If you read my post from yesterday, or are someone active in the voice over community, you’ve already heard of the site VoiceBunny. VoiceBunny comes from the mind of Alex Torrenegra, creator, co-founder, and CEO of Voice123, one of two leading pay-to-play voice over booking websites. VoiceBunny changes the model made standard by the likes of Voice123 and Voices.com, in which voice over actors pay a subscription fee for the opportunity to audition for projects posted on the site by clients looking to hire voice over. Instead, VoiceBunny charges no up-front money to the voice over actors, and they offer clients the chance to cast a project much more quickly and cheaply. Clients submit a project to VoiceBunny, either through a form or through its API that streamlines the process for frequent flyers, deposits the funds they’re paying for the job, and VoiceBunny immediately sends out a notice to all the registered VO’s whose profiles match the criteria. As soon as the first VO to get to it submits a take at the script, the project is closed to all other submissions. VoiceBunny staff reviews the recording, and as long as it passes their QA, they send the file on to the client and send the client’s money (minus 10% plus a service fee) to the voice over actor. No retakes, no client feedback on the casting process, and no dialog between client and VO. That’s it. Transaction over.

So, VoiceBunny does not cast projects through auditions. It casts them through a race. They have plans to implement additional options for the casting process, but for now, that’s all they’ve got. In the future, they’ll offer an option for clients to accept submissions from X number of VOs and pick their favorite to use and pay. So, that method is a race in which ten people finish, and then the client just picks which of the ten finishers is the winner. Again, not an audition process, because the submission you send in is the one they use. No re-takes, no dialog. You get paid as soon as they decide to use your submission, and your business relationship with that client begins and ends in all of about five minutes. Finally, they’ll eventually offer clients the chance to browse profiles of registered actors and pick one to hire, but that service is already available through Voices.com, Voice123, and ten or twenty less reputable websites, so there’s really no advantage to VoiceBunny there.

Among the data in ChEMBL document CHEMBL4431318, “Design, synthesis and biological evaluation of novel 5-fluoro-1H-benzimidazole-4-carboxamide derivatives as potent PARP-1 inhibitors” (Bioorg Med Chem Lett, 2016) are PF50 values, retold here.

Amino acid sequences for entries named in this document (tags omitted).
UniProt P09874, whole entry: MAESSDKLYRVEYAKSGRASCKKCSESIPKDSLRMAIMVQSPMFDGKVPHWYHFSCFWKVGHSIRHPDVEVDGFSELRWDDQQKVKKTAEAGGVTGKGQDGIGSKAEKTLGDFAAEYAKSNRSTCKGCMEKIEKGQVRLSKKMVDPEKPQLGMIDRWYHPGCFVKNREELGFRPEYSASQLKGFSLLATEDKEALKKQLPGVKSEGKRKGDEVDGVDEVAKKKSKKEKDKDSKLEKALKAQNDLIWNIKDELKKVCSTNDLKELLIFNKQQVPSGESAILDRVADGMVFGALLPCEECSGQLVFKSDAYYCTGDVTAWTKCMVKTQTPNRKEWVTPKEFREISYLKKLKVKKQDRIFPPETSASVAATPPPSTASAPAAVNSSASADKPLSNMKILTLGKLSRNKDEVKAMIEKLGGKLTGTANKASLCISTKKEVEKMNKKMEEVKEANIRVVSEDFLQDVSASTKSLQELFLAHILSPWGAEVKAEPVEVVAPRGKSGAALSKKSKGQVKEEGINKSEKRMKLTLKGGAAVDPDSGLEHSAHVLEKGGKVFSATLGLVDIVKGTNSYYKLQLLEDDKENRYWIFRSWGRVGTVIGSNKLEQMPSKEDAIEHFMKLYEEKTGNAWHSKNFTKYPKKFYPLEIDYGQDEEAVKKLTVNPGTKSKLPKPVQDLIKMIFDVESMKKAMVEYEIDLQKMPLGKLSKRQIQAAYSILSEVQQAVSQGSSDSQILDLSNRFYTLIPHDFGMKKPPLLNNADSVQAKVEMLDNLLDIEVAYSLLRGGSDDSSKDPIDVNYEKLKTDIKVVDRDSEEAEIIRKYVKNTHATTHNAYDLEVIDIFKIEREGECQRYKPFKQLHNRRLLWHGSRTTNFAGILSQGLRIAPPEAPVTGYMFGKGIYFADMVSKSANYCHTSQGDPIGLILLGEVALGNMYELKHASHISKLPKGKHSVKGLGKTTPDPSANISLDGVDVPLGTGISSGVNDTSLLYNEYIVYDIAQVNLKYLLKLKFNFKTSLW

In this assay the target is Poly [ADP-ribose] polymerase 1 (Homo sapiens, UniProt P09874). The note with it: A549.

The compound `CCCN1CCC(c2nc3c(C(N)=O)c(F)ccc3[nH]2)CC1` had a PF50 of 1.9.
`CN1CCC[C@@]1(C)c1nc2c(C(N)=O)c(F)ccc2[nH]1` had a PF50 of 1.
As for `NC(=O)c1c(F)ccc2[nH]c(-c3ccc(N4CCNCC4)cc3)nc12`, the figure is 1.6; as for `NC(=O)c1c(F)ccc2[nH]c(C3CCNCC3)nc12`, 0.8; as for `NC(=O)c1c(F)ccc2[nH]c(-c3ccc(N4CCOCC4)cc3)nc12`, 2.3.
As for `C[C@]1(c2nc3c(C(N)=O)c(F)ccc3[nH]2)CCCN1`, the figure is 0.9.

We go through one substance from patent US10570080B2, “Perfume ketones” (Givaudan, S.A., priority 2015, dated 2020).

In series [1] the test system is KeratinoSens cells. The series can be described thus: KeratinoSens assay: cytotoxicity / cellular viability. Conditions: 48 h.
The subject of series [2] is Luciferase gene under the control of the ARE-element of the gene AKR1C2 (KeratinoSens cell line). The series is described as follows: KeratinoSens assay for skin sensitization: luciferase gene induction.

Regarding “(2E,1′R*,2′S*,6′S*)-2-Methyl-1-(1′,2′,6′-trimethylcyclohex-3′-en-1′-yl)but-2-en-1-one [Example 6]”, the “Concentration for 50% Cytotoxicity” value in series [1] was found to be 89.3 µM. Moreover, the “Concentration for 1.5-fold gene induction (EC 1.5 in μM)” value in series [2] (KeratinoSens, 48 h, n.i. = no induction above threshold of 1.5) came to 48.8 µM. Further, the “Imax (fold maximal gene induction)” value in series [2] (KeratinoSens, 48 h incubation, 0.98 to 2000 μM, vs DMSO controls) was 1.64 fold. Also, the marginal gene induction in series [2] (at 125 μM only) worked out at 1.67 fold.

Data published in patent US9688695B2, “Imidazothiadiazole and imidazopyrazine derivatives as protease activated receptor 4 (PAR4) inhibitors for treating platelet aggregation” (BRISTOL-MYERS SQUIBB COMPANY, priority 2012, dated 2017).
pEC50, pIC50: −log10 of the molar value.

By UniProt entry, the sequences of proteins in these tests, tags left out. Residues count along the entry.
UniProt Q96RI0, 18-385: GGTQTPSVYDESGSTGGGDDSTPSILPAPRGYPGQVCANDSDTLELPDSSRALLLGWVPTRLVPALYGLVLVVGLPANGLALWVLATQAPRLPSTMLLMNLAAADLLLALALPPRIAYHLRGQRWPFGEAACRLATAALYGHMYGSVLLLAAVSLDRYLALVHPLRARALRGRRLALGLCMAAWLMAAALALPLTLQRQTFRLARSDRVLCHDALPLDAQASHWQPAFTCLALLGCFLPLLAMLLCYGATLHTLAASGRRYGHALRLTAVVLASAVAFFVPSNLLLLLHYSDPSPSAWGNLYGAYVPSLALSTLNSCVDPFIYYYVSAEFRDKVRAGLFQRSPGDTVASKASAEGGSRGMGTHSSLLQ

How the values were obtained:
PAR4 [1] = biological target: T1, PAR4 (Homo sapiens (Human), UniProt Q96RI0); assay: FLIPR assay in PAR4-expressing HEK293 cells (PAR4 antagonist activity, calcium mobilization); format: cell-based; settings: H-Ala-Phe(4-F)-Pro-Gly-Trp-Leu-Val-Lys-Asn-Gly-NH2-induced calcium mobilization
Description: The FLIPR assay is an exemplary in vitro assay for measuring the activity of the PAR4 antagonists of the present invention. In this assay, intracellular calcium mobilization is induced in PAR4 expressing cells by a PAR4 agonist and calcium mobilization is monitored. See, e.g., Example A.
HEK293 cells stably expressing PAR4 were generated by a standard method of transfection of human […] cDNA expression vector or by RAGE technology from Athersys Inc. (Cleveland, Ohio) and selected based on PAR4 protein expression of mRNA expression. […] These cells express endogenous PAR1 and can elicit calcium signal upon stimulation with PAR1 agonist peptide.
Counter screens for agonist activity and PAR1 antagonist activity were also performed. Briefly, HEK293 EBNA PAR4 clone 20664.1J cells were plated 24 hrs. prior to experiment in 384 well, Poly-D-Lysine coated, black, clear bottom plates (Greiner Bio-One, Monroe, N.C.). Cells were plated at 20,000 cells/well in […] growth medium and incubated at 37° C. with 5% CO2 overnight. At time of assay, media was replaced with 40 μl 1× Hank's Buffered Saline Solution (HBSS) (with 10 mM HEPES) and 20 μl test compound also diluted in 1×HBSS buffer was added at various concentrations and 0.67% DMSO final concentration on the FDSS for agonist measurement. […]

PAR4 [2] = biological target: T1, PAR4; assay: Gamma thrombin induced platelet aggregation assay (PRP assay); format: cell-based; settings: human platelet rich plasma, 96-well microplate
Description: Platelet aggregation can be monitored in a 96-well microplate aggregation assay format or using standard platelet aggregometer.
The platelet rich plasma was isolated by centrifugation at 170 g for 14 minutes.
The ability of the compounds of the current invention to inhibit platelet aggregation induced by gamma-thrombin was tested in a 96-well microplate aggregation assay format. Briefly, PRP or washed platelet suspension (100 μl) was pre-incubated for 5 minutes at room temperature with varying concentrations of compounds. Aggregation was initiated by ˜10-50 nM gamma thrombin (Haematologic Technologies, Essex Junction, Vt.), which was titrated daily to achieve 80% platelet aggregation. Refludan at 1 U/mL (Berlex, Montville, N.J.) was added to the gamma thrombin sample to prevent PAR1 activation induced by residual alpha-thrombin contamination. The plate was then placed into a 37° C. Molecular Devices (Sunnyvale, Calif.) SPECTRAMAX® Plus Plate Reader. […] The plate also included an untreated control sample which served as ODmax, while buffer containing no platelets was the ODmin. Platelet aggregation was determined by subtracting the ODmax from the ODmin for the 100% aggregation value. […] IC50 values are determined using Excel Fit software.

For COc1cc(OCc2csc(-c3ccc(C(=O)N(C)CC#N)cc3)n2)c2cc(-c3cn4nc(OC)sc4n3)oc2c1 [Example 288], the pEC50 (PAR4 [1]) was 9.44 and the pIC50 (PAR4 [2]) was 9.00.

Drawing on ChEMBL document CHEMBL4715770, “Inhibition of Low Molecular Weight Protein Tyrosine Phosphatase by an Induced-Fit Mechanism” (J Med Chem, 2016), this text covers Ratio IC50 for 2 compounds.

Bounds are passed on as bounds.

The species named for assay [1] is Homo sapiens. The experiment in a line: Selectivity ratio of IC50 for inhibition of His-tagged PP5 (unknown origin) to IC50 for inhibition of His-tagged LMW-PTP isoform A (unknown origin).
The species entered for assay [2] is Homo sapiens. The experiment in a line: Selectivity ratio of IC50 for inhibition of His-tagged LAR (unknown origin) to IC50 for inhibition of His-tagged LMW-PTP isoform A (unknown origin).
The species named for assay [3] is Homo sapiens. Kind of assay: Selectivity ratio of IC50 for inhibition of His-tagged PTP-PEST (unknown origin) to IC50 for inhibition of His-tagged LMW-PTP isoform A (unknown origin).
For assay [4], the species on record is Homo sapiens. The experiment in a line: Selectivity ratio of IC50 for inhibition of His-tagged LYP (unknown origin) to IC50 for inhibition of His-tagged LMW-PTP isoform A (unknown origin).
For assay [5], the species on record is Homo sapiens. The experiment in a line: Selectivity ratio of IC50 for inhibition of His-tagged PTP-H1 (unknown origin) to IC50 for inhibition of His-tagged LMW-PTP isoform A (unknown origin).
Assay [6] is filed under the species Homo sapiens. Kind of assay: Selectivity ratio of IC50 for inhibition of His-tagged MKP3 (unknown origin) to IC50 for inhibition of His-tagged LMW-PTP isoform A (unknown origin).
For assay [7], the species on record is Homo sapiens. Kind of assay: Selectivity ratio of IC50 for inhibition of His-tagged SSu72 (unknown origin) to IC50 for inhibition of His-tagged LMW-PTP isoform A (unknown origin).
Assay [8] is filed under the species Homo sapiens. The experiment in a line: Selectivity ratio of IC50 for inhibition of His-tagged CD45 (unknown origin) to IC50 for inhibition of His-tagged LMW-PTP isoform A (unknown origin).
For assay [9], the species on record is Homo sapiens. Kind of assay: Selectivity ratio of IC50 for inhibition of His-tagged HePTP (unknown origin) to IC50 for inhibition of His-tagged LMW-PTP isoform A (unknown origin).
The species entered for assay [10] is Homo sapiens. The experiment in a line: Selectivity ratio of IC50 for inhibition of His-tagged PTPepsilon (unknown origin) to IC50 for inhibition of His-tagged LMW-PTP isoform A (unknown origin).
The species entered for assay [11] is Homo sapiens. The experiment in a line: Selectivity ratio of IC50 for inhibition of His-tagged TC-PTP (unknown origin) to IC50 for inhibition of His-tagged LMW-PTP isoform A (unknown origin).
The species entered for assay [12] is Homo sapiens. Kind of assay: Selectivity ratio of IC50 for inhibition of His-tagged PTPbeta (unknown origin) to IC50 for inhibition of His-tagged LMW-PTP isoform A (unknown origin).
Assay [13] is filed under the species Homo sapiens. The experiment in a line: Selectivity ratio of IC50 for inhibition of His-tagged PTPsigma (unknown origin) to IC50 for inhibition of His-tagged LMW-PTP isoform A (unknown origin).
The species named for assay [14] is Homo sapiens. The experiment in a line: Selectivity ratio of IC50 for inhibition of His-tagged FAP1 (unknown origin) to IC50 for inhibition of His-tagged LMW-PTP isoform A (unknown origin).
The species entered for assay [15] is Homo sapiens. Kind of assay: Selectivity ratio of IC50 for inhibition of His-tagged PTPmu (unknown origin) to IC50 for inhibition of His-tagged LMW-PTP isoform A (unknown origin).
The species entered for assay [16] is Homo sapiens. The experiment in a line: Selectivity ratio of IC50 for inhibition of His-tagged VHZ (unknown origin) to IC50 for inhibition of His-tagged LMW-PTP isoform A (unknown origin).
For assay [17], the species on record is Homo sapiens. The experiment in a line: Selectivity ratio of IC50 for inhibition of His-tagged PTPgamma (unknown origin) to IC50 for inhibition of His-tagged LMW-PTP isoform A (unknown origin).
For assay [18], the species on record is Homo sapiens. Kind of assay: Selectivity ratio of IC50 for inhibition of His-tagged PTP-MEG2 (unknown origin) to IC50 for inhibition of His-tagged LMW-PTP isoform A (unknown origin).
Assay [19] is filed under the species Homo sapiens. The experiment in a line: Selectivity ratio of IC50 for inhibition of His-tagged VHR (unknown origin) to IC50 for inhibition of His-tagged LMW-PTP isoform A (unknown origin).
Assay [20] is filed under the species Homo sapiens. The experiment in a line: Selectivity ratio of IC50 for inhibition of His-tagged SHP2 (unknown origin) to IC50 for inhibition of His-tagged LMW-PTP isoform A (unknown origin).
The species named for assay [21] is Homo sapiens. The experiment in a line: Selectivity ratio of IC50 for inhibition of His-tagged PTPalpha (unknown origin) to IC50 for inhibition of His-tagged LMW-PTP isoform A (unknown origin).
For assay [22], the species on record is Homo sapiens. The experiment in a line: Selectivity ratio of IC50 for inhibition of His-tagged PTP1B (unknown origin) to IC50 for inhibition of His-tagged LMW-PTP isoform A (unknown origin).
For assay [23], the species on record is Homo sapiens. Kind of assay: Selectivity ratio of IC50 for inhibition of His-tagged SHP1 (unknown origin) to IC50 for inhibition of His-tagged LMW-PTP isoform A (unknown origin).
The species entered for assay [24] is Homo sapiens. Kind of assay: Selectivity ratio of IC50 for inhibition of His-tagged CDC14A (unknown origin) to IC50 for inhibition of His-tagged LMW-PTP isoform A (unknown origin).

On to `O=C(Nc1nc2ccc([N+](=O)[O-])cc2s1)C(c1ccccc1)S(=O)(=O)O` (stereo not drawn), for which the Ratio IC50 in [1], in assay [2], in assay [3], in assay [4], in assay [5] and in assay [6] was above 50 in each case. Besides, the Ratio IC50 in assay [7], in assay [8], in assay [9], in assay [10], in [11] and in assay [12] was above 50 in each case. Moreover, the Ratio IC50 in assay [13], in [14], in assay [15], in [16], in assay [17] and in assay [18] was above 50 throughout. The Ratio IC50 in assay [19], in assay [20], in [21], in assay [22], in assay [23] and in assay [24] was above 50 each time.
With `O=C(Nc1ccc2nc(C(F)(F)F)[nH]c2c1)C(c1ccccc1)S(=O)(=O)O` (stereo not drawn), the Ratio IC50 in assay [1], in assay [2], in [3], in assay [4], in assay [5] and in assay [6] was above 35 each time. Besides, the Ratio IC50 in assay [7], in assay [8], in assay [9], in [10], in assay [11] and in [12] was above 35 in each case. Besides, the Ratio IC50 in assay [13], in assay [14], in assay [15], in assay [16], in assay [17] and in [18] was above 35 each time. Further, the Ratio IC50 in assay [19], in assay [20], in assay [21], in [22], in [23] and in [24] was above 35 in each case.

So, clearly, clients who use VoiceBunny are not going to be very picky. A client who isn’t very picky probably doesn’t have a lot of money budgeted for their voice over. By design, the site caters to clients looking to pay for less than what quality voice over is worth. Hopefully, if they’re not paying quality prices, they won’t get quality work, but that will be determined by the voice over actors who choose to use the system. Based on the research I’ve done, I don’t have a lot of hope.

I signed up for VoiceBunny after receiving an invitation to join the beta a few months ago. It’s free, so why not? Since that time, I’ve received all of two casting notices from them, both of which were well below my personal minimum. I assumed I wasn’t receiving anything because the site was still in beta and it didn’t have a whole lot of usage on the client side yet. But a few days ago, VoiceBunny made a public launch announcement. Wondering how they could’ve possibly gained any useful information from their beta test with so little usage, I tried an experiment.

Admittedly, the site is still in its “beta” phase, and it’s brand new in the eyes of clients and voice over actors alike, so there’s plenty of room for it to develop beyond my study’s results. But it’s now in public beta, meaning it’s available to anyone who chooses to use it on either the client or VO side of things. When a VO registers for VoiceBunny, they configure their profile with their gender and age range, as well as the amount of time it takes them to complete projects of varying lengths and the minimum amount of money they’re willing to do that work for. Since I received, essentially, no results from my profile during the private beta phase, I temporarily lowered my minimum rates to, basically, $1, and reviewed the section labeled “Previous projects that match your rates and profile.”